3 C. peeled, chopped peaches
1 1/2 C. peeled, chopped nectarines
2 T. lemon juice
3 C. sugar
1 package powdered pectin
1 cinnamon stick
1/2 tsp. butter (to reduce foam)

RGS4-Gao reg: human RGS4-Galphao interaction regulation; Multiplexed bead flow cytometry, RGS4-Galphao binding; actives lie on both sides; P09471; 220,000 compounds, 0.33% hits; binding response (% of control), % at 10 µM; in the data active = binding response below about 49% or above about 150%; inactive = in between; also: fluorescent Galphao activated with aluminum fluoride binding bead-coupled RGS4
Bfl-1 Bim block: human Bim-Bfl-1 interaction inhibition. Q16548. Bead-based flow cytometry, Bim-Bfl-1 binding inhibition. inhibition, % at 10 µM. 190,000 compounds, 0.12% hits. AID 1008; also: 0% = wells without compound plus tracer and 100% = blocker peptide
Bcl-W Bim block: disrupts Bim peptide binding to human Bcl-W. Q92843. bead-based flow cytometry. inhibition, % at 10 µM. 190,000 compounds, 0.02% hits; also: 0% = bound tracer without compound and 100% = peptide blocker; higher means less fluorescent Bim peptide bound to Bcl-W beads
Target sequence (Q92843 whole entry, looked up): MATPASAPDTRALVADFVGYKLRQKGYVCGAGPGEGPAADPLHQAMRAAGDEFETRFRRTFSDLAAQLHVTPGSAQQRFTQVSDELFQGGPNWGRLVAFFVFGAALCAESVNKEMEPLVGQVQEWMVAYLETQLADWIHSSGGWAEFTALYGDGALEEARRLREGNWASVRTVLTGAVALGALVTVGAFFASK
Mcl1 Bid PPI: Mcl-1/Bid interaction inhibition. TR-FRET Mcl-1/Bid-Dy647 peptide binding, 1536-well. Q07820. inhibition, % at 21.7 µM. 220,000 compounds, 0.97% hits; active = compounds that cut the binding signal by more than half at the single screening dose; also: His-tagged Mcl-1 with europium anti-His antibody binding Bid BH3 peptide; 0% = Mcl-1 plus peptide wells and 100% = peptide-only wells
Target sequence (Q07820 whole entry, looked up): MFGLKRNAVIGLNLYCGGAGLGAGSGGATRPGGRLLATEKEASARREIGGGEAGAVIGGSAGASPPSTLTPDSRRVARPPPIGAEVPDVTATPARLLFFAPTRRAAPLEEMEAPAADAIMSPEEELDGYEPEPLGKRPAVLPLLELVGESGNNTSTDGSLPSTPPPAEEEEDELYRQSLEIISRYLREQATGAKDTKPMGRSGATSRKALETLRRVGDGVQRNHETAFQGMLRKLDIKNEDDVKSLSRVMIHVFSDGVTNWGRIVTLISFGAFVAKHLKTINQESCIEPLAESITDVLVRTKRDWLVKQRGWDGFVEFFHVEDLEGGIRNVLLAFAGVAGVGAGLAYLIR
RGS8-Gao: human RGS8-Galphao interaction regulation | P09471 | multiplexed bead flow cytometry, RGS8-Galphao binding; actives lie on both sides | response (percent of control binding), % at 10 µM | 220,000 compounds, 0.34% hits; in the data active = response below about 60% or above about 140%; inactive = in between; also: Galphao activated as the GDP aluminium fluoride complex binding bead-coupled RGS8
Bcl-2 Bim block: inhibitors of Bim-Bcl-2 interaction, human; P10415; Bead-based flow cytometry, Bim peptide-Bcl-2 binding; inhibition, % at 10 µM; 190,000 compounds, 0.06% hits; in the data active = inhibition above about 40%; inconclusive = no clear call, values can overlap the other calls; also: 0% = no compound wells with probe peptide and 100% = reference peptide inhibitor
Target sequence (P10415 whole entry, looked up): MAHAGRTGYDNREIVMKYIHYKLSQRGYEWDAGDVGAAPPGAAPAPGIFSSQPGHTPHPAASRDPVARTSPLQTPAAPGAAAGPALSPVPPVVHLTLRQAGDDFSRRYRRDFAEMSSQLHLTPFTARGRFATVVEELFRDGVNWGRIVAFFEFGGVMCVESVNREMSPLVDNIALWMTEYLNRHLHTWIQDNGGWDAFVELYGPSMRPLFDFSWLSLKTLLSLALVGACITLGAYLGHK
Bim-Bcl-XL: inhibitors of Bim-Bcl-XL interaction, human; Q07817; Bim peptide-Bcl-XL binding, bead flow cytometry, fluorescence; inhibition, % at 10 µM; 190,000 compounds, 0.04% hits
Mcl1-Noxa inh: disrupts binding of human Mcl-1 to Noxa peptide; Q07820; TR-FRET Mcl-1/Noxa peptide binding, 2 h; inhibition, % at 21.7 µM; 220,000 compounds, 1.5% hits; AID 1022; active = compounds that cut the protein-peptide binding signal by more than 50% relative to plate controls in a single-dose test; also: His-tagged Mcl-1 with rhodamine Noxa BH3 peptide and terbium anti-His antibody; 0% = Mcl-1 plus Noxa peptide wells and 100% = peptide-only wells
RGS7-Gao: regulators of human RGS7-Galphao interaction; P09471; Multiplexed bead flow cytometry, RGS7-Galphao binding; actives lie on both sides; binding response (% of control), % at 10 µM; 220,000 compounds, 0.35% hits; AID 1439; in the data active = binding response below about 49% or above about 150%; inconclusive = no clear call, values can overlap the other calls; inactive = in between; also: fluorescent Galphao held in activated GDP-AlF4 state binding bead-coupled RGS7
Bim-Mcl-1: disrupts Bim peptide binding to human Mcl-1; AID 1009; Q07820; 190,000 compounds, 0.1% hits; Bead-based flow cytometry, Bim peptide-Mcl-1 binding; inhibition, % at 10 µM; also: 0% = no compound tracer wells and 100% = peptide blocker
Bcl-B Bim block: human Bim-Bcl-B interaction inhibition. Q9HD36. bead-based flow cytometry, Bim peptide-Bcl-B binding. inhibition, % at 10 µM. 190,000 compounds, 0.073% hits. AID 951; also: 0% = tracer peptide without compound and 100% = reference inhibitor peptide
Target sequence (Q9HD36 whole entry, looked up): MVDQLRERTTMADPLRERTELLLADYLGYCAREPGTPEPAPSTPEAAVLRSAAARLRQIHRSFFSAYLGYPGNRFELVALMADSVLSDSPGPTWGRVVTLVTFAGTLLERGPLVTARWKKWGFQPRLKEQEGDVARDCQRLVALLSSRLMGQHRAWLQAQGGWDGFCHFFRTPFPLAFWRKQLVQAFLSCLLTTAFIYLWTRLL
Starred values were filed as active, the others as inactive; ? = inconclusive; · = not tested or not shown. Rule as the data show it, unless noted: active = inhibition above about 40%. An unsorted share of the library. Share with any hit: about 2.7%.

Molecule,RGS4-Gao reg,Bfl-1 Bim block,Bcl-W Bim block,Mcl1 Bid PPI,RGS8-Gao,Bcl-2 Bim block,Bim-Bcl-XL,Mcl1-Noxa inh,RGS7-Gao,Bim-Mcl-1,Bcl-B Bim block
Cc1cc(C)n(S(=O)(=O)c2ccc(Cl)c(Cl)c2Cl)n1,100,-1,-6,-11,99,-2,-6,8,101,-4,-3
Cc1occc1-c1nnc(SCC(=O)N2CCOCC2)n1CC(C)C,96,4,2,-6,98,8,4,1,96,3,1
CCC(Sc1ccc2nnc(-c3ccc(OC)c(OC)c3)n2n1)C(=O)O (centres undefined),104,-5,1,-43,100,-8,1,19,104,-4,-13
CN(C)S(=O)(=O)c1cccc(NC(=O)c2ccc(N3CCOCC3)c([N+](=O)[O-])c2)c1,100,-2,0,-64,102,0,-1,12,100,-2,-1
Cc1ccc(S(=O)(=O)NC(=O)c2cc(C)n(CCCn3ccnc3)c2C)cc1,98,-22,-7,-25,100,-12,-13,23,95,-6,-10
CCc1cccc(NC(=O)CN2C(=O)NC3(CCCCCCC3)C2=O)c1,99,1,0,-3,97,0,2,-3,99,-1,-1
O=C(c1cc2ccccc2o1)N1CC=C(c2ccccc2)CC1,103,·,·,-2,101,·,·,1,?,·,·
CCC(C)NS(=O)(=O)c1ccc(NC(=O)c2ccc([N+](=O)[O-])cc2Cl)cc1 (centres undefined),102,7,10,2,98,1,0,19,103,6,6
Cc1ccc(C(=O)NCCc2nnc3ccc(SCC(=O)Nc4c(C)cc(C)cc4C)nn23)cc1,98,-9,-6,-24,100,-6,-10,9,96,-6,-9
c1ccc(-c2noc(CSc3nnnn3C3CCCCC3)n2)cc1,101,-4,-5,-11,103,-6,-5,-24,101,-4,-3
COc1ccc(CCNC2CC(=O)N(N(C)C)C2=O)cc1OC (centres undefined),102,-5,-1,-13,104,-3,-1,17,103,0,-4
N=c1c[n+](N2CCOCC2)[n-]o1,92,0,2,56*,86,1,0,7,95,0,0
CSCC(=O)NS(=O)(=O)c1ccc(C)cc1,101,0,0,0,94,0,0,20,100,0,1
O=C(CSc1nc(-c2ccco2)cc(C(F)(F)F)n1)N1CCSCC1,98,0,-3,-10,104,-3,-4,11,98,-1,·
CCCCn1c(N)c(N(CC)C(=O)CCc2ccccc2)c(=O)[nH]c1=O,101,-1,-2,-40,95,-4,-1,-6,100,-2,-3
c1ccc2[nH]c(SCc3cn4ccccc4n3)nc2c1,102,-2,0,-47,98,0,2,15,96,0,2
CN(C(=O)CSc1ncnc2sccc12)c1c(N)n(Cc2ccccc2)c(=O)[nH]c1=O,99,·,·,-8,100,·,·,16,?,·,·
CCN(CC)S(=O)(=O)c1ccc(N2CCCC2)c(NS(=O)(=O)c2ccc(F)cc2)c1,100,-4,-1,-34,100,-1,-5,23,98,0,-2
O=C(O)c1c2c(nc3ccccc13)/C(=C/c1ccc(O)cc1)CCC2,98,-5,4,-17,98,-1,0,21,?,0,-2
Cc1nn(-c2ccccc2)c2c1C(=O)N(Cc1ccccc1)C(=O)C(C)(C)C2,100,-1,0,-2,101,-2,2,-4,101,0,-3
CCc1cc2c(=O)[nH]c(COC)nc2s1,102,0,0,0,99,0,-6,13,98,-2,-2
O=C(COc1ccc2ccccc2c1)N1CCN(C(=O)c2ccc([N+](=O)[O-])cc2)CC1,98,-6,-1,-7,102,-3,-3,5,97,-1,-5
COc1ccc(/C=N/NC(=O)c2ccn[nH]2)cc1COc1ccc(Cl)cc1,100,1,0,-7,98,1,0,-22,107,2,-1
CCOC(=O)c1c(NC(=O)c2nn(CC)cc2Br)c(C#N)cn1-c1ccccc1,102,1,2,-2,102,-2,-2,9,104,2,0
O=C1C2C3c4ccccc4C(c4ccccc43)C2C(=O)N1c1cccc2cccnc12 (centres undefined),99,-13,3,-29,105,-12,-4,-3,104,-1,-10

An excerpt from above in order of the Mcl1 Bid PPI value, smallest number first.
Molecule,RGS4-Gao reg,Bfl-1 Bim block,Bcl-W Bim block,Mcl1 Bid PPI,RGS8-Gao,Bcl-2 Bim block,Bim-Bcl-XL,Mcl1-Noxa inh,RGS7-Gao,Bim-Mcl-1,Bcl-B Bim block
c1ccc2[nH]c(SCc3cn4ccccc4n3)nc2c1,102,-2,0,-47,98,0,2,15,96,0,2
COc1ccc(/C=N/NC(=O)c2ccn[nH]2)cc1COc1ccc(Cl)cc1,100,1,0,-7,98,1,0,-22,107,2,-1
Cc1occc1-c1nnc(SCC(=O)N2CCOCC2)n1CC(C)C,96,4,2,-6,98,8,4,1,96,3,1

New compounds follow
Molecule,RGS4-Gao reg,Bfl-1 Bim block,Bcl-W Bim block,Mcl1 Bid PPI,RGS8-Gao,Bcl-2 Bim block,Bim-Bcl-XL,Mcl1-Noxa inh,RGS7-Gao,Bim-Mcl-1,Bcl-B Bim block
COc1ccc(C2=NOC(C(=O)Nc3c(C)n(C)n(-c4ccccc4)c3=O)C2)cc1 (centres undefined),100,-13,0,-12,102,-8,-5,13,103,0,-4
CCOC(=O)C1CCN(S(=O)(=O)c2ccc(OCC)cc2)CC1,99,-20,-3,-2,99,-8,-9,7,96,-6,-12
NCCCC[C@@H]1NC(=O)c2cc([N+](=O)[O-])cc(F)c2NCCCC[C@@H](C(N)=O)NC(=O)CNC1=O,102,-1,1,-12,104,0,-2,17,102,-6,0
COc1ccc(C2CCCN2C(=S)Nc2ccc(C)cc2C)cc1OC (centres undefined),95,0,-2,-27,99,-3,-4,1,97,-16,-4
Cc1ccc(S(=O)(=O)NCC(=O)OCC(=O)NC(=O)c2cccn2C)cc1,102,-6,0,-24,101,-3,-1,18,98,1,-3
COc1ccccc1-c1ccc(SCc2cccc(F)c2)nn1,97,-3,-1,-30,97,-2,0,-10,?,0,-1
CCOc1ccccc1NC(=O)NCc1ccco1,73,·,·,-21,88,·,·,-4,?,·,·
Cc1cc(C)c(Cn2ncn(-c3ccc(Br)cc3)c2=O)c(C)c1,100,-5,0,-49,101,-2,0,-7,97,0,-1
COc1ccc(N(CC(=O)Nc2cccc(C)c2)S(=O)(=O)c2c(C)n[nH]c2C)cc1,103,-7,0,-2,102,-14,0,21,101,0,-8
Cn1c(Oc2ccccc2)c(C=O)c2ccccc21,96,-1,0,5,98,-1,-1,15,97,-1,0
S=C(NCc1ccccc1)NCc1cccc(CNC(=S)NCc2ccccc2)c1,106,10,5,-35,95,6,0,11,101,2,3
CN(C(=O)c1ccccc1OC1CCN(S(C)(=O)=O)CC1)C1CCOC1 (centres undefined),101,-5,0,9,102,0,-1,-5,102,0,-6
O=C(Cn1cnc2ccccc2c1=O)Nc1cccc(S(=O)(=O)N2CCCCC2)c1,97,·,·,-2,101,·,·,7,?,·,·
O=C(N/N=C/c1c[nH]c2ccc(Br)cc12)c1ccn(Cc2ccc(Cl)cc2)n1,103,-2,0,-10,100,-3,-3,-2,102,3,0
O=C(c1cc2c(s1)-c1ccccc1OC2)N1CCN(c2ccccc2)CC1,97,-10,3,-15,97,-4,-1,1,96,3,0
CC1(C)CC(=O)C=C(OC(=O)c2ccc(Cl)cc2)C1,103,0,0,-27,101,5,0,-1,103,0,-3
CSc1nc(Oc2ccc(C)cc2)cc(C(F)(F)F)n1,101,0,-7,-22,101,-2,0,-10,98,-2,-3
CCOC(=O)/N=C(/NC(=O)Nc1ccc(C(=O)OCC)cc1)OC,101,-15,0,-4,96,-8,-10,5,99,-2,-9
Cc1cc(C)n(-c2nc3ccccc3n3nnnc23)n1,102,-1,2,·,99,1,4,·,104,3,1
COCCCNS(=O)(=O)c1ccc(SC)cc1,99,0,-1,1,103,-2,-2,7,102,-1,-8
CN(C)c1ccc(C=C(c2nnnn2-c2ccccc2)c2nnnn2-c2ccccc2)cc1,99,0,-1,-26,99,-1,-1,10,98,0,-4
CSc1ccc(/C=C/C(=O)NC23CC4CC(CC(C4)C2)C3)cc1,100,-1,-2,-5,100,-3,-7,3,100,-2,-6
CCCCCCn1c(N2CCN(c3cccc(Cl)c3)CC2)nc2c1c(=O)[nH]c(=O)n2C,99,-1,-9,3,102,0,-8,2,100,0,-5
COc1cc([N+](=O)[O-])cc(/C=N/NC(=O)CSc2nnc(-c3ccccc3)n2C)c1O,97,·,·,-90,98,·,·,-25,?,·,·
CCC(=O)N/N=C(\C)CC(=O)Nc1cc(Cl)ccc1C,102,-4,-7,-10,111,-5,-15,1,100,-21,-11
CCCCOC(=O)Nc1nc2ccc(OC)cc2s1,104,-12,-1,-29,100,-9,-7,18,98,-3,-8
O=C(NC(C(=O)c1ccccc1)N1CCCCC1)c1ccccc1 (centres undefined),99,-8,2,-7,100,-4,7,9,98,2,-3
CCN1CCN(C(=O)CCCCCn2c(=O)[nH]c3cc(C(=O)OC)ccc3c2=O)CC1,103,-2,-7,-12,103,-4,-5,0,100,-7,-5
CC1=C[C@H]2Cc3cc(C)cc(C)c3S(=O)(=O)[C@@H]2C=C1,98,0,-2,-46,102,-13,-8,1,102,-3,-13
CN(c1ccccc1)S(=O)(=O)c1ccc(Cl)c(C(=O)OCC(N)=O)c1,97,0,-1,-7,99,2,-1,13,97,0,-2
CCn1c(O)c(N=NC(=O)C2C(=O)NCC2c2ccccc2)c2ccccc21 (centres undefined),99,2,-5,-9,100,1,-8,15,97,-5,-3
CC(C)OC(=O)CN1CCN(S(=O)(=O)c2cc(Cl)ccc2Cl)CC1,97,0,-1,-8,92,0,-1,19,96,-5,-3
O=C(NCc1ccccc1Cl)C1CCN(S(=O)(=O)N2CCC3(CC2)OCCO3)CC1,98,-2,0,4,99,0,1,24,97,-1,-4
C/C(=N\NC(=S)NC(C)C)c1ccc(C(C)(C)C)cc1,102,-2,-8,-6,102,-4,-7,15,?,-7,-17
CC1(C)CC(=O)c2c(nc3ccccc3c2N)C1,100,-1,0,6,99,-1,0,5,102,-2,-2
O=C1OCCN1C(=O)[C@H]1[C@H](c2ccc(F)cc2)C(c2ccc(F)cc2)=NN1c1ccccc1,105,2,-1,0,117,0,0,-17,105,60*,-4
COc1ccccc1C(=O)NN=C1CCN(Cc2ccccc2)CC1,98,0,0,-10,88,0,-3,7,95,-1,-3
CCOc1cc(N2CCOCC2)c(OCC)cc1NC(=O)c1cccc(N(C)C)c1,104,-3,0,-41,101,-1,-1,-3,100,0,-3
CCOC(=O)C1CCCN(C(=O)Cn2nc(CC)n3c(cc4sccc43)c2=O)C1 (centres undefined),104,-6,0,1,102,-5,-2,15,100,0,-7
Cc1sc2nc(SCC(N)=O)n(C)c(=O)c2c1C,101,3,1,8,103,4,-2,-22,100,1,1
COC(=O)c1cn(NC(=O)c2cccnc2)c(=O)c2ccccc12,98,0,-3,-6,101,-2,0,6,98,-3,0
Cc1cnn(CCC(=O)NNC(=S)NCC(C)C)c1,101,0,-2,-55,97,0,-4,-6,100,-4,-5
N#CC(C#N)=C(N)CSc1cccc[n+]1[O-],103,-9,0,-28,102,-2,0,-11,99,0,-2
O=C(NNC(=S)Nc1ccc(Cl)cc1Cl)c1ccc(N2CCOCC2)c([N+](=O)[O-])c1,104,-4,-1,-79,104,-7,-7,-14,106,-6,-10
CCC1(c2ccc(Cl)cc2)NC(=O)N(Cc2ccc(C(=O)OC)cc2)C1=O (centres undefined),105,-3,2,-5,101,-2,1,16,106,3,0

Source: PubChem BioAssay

First you need to prepare your jars. There are tons of articles on the web that tell you how to do this, so I won’t go into it here. Just make sure that CLEANLINESS is a big priority in your canning process…this is how you avoid contaminating all of your beautiful fruit preserves. I recommend looking at the Ball website or Pick Your Own for basic, safe canning information. Now, get your extra large stockpot/canner filled with water and starting to heat. That much water takes a while to get going. The water level needs to be high enough to cover filled jars by 1-2 inches when submerged in their water bath. Once your supplies are all clean and sterilized, you can start preparing your fruit. Peel, pit, and chop the fruit and place in 6 or 8 qt. stockpot. Stir in lemon juice. Add cinnamon stick. Carefully measure out sugar into a separate bowl. In a small bowl, mix powdered pectin with about 1/4 C. the measured sugar and mix well. Add this mixture to the fruit in the stockpot. Also add optional butter at this point. Bring the fruit mixture to a rolling boil on high heat, stirring constantly. Stir in remaining sugar quickly. Return to a full rolling boil and boil exactly 1 minute, stirring constantly. **NOTE: A full rolling boil is such that when stirred, the boil does not go away. After 1 minute, remove from heat. Skim off any foam. Remove cinnamon stick. Ladle into prepared jars, filling to within 1/4 – 1/8 inch of the top (called “head-space”). Wipe any spills on the jar or rim with a clean damp cloth. Cover with two-piece lids. Screw bands finger-tip tight (this just means screw on tight, but don’t over-do it). Put all of the filled jars into your large stockpot (canner) of boiling water, submerge either with a canning rack (very handy), canning jar grabber, or silicone oven mitts (don’t recommend). The canning rack is great because it keeps the jars off the bottom of the pot preventing etching, scratching, or cracking the glass. If you don’t have a rack, you need to put a tea towel in the bottom of the pot to cushion the jars and make sure there’s space between the jars themselves to allow water to circulate through. The water should cover the jars by 1 to 2 inches. Add more boiling water if necessary. Once the water starts boiling with the jars in the canner, put the lid on and start your timer for 10 minutes. Boil on medium…not a hard boil, but not too gentle. Carefully remove jars from canner–THEY WILL BE HOT! Place on a towel on the counter to cool. When you hear the pop and see that the flat lid is indented, you know you have a good seal. If any jars don’t seal after a couple hours, you can reprocess 10 more minutes, or simply store in the fridge to eat right away. It will keep there for up to a month. Let sealed jars stand at room temp on counter for 24 hours. Store the unopened, sealed jars in a cool, dry, dark place for up to 1 year. Once you open one, store in the fridge for up to a month (any longer and it will start to crystalize).